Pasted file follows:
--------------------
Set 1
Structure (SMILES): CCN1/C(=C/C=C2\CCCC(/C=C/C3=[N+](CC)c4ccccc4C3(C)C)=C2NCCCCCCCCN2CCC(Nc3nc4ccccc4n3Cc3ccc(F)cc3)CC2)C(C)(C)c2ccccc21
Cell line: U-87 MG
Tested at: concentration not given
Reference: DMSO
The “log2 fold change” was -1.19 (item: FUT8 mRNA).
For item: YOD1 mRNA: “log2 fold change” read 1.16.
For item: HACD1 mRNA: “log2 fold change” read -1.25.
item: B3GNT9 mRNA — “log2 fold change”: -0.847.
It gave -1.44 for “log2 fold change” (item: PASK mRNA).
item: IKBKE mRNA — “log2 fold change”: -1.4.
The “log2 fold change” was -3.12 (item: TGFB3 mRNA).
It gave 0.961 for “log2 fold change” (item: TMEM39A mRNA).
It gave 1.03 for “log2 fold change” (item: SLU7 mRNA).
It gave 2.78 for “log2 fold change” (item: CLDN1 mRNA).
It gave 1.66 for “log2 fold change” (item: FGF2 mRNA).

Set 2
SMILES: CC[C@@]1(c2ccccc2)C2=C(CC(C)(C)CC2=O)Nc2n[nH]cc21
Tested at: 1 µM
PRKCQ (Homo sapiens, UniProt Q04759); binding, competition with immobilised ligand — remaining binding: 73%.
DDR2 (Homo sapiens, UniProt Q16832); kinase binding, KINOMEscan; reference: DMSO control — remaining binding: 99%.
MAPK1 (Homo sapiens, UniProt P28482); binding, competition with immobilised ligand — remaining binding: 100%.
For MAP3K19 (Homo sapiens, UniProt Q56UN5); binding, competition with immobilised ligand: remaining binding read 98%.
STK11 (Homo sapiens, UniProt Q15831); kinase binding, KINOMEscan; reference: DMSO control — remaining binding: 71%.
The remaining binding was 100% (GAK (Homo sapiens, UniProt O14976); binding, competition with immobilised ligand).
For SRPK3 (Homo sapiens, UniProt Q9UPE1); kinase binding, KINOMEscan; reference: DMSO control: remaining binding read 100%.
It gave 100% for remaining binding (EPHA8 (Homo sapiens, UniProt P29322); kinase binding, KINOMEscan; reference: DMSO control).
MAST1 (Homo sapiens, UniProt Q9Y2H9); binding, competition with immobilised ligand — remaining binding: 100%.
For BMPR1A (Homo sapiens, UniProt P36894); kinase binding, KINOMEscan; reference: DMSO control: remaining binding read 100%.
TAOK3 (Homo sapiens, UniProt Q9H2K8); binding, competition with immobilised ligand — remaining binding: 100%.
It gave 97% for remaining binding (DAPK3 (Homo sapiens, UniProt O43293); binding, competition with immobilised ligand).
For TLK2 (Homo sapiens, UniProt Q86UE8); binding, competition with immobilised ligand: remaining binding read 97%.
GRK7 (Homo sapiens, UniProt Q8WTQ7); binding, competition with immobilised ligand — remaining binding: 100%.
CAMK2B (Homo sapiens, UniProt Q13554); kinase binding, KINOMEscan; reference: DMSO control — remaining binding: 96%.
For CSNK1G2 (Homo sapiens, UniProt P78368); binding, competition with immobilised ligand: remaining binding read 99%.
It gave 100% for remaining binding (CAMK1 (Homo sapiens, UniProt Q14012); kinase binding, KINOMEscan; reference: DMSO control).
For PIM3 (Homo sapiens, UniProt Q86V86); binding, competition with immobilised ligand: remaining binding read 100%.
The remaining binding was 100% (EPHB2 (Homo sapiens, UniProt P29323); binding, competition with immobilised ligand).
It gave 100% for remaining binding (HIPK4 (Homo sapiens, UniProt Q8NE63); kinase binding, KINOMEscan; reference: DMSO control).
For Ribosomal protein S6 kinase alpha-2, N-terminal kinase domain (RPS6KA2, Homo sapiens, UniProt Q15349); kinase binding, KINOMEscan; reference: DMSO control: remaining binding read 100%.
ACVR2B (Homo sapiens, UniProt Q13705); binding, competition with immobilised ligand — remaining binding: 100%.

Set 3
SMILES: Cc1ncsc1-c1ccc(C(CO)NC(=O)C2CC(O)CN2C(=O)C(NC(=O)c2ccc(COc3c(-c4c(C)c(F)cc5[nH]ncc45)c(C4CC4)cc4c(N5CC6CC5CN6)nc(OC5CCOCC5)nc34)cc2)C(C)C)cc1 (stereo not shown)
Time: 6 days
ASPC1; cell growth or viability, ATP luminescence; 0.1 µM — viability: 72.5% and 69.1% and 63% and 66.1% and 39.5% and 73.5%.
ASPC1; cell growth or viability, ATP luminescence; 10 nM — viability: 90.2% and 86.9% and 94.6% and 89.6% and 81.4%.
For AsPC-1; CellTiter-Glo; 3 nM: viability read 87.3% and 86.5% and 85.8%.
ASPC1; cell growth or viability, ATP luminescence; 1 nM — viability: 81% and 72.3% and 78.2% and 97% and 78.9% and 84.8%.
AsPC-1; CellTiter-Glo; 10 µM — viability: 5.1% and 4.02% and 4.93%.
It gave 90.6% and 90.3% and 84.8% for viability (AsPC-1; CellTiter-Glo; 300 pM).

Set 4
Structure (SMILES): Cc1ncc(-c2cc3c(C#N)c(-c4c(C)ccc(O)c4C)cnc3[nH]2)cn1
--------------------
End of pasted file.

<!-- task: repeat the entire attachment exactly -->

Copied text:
Set 1
Structure (SMILES): CCN1/C(=C/C=C2\CCCC(/C=C/C3=[N+](CC)c4ccccc4C3(C)C)=C2NCCCCCCCCN2CCC(Nc3nc4ccccc4n3Cc3ccc(F)cc3)CC2)C(C)(C)c2ccccc21
Cell line: U-87 MG
Tested at: concentration not given
Reference: DMSO
The “log2 fold change” was -1.19 (item: FUT8 mRNA).
For item: YOD1 mRNA: “log2 fold change” read 1.16.
For item: HACD1 mRNA: “log2 fold change” read -1.25.
item: B3GNT9 mRNA — “log2 fold change”: -0.847.
It gave -1.44 for “log2 fold change” (item: PASK mRNA).
item: IKBKE mRNA — “log2 fold change”: -1.4.
The “log2 fold change” was -3.12 (item: TGFB3 mRNA).
It gave 0.961 for “log2 fold change” (item: TMEM39A mRNA).
It gave 1.03 for “log2 fold change” (item: SLU7 mRNA).
It gave 2.78 for “log2 fold change” (item: CLDN1 mRNA).
It gave 1.66 for “log2 fold change” (item: FGF2 mRNA).

Set 2
SMILES: CC[C@@]1(c2ccccc2)C2=C(CC(C)(C)CC2=O)Nc2n[nH]cc21
Tested at: 1 µM
PRKCQ (Homo sapiens, UniProt Q04759); binding, competition with immobilised ligand — remaining binding: 73%.
DDR2 (Homo sapiens, UniProt Q16832); kinase binding, KINOMEscan; reference: DMSO control — remaining binding: 99%.
MAPK1 (Homo sapiens, UniProt P28482); binding, competition with immobilised ligand — remaining binding: 100%.
For MAP3K19 (Homo sapiens, UniProt Q56UN5); binding, competition with immobilised ligand: remaining binding read 98%.
STK11 (Homo sapiens, UniProt Q15831); kinase binding, KINOMEscan; reference: DMSO control — remaining binding: 71%.
The remaining binding was 100% (GAK (Homo sapiens, UniProt O14976); binding, competition with immobilised ligand).
For SRPK3 (Homo sapiens, UniProt Q9UPE1); kinase binding, KINOMEscan; reference: DMSO control: remaining binding read 100%.
It gave 100% for remaining binding (EPHA8 (Homo sapiens, UniProt P29322); kinase binding, KINOMEscan; reference: DMSO control).
MAST1 (Homo sapiens, UniProt Q9Y2H9); binding, competition with immobilised ligand — remaining binding: 100%.
For BMPR1A (Homo sapiens, UniProt P36894); kinase binding, KINOMEscan; reference: DMSO control: remaining binding read 100%.
TAOK3 (Homo sapiens, UniProt Q9H2K8); binding, competition with immobilised ligand — remaining binding: 100%.
It gave 97% for remaining binding (DAPK3 (Homo sapiens, UniProt O43293); binding, competition with immobilised ligand).
For TLK2 (Homo sapiens, UniProt Q86UE8); binding, competition with immobilised ligand: remaining binding read 97%.
GRK7 (Homo sapiens, UniProt Q8WTQ7); binding, competition with immobilised ligand — remaining binding: 100%.
CAMK2B (Homo sapiens, UniProt Q13554); kinase binding, KINOMEscan; reference: DMSO control — remaining binding: 96%.
For CSNK1G2 (Homo sapiens, UniProt P78368); binding, competition with immobilised ligand: remaining binding read 99%.
It gave 100% for remaining binding (CAMK1 (Homo sapiens, UniProt Q14012); kinase binding, KINOMEscan; reference: DMSO control).
For PIM3 (Homo sapiens, UniProt Q86V86); binding, competition with immobilised ligand: remaining binding read 100%.
The remaining binding was 100% (EPHB2 (Homo sapiens, UniProt P29323); binding, competition with immobilised ligand).
It gave 100% for remaining binding (HIPK4 (Homo sapiens, UniProt Q8NE63); kinase binding, KINOMEscan; reference: DMSO control).
For Ribosomal protein S6 kinase alpha-2, N-terminal kinase domain (RPS6KA2, Homo sapiens, UniProt Q15349); kinase binding, KINOMEscan; reference: DMSO control: remaining binding read 100%.
ACVR2B (Homo sapiens, UniProt Q13705); binding, competition with immobilised ligand — remaining binding: 100%.

Set 3
SMILES: Cc1ncsc1-c1ccc(C(CO)NC(=O)C2CC(O)CN2C(=O)C(NC(=O)c2ccc(COc3c(-c4c(C)c(F)cc5[nH]ncc45)c(C4CC4)cc4c(N5CC6CC5CN6)nc(OC5CCOCC5)nc34)cc2)C(C)C)cc1 (stereo not shown)
Time: 6 days
ASPC1; cell growth or viability, ATP luminescence; 0.1 µM — viability: 72.5% and 69.1% and 63% and 66.1% and 39.5% and 73.5%.
ASPC1; cell growth or viability, ATP luminescence; 10 nM — viability: 90.2% and 86.9% and 94.6% and 89.6% and 81.4%.
For AsPC-1; CellTiter-Glo; 3 nM: viability read 87.3% and 86.5% and 85.8%.
ASPC1; cell growth or viability, ATP luminescence; 1 nM — viability: 81% and 72.3% and 78.2% and 97% and 78.9% and 84.8%.
AsPC-1; CellTiter-Glo; 10 µM — viability: 5.1% and 4.02% and 4.93%.
It gave 90.6% and 90.3% and 84.8% for viability (AsPC-1; CellTiter-Glo; 300 pM).

Set 4
Structure (SMILES): Cc1ncc(-c2cc3c(C#N)c(-c4c(C)ccc(O)c4C)cnc3[nH]2)cn1